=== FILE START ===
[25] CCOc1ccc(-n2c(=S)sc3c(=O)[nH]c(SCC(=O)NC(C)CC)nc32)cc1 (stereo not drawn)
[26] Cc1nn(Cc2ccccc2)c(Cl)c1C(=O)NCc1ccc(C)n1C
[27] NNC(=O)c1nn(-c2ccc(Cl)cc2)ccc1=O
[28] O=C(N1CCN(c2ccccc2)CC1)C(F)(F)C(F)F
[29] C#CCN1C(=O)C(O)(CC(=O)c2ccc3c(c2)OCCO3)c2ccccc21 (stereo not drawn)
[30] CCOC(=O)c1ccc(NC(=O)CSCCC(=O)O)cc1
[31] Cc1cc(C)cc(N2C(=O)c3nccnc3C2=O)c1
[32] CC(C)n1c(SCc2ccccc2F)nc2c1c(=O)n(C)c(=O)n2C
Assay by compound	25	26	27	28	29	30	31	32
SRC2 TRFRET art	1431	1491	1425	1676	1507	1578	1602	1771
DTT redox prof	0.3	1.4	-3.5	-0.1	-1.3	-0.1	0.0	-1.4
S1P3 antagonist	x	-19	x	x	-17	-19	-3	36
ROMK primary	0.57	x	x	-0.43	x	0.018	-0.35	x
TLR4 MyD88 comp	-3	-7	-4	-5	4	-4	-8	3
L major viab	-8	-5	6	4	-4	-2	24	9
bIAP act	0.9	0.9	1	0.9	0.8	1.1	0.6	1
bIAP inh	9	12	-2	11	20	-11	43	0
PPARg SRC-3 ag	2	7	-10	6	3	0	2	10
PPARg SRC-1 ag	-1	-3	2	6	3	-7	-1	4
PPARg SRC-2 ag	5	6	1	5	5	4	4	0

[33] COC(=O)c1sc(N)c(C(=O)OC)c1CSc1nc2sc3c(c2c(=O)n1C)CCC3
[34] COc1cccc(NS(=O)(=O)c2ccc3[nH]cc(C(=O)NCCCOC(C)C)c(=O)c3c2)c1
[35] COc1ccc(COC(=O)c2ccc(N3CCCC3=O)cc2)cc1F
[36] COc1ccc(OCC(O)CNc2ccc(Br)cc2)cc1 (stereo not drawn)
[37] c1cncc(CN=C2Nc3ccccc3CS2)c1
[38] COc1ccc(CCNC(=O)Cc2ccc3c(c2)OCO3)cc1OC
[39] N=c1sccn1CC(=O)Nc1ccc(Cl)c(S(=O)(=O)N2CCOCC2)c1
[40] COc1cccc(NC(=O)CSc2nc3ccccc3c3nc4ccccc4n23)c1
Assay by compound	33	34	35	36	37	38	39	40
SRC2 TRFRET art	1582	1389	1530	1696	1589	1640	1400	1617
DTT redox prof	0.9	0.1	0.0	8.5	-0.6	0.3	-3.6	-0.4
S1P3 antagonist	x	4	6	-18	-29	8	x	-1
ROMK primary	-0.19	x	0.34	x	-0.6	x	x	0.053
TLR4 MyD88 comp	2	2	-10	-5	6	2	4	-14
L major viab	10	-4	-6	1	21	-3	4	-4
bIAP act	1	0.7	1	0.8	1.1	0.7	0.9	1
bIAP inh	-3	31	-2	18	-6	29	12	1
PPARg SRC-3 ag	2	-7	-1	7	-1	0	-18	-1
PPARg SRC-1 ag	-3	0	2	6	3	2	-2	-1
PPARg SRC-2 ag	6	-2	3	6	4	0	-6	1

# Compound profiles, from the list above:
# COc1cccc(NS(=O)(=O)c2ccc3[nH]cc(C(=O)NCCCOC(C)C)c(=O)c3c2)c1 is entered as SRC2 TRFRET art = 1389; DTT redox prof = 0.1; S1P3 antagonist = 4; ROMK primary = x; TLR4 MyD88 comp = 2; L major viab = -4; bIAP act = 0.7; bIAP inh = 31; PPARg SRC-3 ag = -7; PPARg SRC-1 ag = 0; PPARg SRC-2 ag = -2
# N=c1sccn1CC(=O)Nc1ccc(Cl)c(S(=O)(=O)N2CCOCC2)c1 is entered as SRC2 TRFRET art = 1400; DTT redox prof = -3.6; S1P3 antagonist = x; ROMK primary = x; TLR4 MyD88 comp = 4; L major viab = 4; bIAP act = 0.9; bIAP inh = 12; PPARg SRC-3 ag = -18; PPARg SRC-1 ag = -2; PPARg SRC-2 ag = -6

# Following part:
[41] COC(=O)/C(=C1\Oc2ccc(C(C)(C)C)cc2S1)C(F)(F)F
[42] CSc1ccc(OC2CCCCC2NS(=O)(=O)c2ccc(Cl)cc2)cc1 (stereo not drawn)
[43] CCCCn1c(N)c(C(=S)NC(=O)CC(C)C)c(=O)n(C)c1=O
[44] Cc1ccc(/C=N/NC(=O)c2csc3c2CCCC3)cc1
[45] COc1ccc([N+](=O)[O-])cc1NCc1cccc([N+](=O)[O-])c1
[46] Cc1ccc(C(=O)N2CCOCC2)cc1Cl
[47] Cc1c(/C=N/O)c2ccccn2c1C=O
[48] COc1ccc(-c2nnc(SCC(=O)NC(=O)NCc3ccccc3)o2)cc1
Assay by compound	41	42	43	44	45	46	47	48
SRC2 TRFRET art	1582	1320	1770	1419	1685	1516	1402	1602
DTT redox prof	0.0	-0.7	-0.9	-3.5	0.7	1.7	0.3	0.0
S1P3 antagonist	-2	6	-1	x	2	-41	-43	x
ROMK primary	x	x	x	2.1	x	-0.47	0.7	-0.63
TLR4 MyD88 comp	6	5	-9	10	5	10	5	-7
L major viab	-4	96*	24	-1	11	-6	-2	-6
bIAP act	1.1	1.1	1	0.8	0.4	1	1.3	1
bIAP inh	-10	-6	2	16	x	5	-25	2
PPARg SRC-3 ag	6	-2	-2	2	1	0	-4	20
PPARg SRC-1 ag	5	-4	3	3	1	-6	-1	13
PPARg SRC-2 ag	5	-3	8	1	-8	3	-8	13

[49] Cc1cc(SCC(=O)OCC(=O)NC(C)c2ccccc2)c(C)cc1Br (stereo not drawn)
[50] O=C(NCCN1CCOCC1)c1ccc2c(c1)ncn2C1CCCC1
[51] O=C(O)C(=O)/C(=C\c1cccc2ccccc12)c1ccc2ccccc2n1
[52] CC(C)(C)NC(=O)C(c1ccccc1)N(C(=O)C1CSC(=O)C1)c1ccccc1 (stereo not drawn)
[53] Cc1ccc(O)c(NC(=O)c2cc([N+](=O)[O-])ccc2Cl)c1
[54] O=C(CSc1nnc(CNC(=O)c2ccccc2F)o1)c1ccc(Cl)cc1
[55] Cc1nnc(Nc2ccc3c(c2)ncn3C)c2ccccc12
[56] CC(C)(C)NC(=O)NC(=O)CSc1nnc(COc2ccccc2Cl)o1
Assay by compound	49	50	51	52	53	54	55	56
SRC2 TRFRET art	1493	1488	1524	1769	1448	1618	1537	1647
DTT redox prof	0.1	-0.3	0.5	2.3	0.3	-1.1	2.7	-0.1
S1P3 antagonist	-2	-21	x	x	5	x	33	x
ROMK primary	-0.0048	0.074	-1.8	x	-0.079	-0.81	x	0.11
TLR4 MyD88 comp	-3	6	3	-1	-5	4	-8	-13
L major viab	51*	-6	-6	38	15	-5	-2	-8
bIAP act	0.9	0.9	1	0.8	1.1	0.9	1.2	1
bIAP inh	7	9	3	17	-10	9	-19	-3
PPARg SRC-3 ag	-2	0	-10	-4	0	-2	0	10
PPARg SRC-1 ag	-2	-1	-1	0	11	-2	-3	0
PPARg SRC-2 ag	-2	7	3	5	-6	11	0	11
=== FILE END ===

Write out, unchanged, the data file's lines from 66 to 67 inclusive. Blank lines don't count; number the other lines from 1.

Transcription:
[50] O=C(NCCN1CCOCC1)c1ccc2c(c1)ncn2C1CCCC1
[51] O=C(O)C(=O)/C(=C\c1cccc2ccccc12)c1ccc2ccccc2n1